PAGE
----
"Fasting is one of the pillars of Islam. It will be difficult, but if you have a faith you believe in, you have to do it. We have been fasting all our lives, so we are used to it,” Pakistan bowler Mohammed Ayub Qureshi, 55, told Herald Scotland.
"We will be prepared to play the games. We will be fasting and playing bowls."
"We believe that if we observe our religion, it will give us encouragement, give you more spirit. It will give you more motivation as well, that you have to try harder because you don't want any other people to think that because you're fasting your performance will be below average," the joint owner of the Alishan Tandoori in Battlefield, Glasgow, added.
The 2014 Commonwealth Games, officially the XX Commonwealth Games, will be held in Glasgow, Scotland, United Kingdom over 11 days of competition from 23 July to 3 August 2014.
When athletes start to arrive in mid July, daylight will last from 5am until 10pm - the longest period of fasting many Muslims from the southern hemisphere will have ever experienced.
The last time Ramadan occurred in July was during the London Olympics in 2012, when daylight was one hour shorter than in Scotland.
Ramadan, the holiest month in Islamic calendar, is expected to start in June through July.
It will coincide with the games which is scheduled to start on July 23.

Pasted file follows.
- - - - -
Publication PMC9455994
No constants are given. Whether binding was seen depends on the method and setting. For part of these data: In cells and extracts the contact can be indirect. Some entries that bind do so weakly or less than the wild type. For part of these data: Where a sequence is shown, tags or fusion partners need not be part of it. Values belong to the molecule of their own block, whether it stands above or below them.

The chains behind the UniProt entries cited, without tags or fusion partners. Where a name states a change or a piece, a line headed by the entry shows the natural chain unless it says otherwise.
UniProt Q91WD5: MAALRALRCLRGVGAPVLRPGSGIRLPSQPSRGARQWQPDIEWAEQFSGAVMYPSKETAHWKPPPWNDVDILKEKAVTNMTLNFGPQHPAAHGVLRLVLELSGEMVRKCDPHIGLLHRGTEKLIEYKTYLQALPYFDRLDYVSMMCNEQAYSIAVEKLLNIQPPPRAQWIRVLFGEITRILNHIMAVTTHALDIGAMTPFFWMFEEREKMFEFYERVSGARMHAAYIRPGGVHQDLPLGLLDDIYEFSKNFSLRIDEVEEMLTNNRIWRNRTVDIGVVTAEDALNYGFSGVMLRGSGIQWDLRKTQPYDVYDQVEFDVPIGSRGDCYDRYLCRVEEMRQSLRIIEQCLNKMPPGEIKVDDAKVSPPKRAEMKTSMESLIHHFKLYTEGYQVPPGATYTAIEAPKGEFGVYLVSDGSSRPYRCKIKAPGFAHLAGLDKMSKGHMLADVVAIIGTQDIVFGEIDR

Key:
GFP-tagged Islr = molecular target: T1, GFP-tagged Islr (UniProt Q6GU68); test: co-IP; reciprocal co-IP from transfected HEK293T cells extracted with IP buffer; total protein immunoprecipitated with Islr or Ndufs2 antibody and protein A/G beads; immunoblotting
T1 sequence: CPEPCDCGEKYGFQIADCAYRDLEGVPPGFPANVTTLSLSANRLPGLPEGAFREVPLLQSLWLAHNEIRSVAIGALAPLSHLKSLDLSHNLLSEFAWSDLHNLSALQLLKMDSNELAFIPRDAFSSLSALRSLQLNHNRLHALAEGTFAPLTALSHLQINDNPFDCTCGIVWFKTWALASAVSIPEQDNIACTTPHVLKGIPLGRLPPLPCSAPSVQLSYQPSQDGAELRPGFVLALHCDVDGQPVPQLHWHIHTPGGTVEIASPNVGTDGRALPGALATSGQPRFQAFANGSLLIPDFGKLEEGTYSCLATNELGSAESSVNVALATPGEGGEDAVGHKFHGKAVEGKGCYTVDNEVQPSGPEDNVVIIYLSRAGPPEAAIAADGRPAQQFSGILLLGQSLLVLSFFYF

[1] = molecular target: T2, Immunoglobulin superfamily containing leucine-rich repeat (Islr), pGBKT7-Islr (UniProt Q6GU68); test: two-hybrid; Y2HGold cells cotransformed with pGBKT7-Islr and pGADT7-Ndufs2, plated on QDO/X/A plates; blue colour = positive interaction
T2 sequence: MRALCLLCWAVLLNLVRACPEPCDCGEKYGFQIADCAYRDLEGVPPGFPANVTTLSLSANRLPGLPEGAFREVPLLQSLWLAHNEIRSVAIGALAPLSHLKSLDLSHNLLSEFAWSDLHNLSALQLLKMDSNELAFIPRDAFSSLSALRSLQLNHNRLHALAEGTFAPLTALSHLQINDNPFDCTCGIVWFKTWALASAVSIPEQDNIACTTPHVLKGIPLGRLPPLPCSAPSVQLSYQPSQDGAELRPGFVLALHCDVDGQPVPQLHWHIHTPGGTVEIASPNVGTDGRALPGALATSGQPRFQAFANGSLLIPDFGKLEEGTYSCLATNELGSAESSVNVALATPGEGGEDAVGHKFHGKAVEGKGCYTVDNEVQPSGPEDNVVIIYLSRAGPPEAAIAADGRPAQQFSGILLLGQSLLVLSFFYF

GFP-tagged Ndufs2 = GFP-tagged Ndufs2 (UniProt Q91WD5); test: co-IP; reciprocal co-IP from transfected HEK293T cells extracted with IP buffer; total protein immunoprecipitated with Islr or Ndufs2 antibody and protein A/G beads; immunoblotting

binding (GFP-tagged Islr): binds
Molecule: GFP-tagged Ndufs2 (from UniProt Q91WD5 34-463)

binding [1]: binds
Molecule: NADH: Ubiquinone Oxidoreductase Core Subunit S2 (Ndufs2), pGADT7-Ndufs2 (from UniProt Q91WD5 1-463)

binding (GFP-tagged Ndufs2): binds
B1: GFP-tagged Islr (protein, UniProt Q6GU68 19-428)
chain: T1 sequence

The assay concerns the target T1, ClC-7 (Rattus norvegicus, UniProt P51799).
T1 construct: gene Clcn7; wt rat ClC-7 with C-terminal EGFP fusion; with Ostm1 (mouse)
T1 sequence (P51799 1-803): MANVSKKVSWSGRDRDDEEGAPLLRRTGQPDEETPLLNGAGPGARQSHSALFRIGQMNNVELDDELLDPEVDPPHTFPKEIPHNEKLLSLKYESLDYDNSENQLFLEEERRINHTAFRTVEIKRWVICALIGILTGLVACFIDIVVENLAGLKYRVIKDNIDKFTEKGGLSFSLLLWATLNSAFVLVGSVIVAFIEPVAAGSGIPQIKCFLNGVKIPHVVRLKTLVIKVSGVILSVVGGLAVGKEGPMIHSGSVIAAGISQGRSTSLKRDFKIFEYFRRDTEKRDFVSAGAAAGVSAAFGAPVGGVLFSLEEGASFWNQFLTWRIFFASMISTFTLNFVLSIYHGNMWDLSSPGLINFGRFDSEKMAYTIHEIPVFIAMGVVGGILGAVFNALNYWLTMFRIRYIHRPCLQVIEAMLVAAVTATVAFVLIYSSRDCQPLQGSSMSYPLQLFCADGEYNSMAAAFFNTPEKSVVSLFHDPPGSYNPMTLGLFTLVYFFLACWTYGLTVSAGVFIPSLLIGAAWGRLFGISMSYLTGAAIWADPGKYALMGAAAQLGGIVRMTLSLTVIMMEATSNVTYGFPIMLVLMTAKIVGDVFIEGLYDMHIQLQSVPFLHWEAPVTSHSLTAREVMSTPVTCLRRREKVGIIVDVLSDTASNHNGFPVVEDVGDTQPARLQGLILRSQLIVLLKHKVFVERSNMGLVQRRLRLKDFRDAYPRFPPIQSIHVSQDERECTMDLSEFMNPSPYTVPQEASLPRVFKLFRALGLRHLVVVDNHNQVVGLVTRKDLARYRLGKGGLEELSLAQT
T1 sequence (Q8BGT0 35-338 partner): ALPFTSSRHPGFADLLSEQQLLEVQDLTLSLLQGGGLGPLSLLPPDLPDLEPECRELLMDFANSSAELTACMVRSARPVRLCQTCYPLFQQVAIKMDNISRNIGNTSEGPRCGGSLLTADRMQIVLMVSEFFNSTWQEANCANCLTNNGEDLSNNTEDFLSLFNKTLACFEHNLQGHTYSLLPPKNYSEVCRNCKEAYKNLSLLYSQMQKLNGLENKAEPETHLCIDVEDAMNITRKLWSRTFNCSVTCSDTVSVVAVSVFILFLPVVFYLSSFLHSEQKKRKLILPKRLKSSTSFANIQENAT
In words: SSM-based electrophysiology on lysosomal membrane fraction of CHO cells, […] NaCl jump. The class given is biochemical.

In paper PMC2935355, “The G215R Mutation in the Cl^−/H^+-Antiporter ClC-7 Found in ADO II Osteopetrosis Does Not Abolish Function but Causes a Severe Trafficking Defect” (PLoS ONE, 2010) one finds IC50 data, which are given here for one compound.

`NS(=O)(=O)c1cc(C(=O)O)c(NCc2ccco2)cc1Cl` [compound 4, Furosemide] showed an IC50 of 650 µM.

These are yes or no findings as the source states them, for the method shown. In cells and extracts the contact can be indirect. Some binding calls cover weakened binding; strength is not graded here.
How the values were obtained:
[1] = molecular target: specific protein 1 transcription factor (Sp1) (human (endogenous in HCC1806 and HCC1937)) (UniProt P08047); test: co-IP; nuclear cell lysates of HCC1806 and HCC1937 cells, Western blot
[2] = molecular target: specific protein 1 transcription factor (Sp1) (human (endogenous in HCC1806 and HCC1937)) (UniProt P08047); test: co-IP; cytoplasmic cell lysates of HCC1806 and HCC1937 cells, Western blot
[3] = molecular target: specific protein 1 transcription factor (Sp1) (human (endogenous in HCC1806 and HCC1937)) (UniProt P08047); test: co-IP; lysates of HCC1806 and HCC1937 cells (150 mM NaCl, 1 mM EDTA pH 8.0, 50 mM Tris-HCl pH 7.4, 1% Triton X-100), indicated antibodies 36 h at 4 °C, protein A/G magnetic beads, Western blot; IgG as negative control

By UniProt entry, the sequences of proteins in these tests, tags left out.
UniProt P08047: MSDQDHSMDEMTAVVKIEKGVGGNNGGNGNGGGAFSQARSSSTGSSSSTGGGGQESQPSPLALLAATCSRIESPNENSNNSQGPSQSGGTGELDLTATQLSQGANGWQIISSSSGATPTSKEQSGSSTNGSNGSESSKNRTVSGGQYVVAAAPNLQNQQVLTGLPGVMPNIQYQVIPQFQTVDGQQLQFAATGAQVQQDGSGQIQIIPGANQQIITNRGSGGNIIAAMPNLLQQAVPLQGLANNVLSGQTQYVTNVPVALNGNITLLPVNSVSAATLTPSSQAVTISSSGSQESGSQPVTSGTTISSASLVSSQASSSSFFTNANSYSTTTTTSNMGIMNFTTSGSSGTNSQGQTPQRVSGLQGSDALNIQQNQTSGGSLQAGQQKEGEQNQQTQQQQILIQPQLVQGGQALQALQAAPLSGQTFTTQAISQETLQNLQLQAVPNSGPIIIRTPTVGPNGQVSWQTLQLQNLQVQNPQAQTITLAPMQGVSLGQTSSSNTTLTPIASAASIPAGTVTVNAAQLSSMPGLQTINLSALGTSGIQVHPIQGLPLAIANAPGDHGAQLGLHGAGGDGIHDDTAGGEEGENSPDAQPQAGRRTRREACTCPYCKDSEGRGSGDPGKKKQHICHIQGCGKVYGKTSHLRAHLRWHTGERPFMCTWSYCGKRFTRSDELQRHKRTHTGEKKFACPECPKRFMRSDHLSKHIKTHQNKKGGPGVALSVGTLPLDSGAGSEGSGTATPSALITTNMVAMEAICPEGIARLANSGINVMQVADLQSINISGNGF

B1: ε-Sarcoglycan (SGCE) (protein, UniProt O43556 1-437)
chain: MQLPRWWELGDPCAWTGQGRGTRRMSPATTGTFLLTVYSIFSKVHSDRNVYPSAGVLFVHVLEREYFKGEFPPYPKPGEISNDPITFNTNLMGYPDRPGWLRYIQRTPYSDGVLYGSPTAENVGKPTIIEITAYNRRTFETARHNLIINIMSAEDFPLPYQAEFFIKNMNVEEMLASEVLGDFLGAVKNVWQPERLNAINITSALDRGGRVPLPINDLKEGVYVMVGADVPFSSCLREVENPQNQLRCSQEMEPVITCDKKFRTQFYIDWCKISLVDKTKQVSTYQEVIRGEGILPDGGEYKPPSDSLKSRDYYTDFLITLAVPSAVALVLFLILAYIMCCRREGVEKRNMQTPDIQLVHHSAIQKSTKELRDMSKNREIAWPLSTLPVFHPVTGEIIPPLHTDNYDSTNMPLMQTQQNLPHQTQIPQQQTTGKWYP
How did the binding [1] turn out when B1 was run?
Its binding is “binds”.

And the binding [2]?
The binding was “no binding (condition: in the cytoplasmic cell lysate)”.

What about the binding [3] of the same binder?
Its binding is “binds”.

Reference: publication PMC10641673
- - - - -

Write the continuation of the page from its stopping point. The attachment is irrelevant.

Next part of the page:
Preparing to serve fasting athletes, who will abstain from food and water for more than 16 hours, Glasgow 2014 chefs and caterers have been working round the clock to ensure all practicing Muslims suitable dietary system.
The food will be available to Muslim members from 6500 athletes and their team officials, 35,000 games families, the workforce and volunteers, and 60,000 international media, as well as spectators, sponsors and guests.
Hundreds of catering staff from India, Austria, London, Canada and Scotland, including young graduates of Motherwell and City of Glasgow hospitality colleges, have been recruited to provide a rolling 24/7, three-shift, catering operation at the main 2014-cover Athletes' Village in Dalmarnock and the main press centre.
"None of this is a problem and it is just one of the many cultural, religious and sporting dietary variations we have been working to meet over the last two years, consulting with nutritionists and trainers and using as much Scottish produce as we can," said Craig Lear, head of catering for Glasgow 2014.
Scotland is home to more than 50,000 Muslims, making up 1.4 percent of the population.
Muslims are the second largest religious group in the country, which has thirty mosques.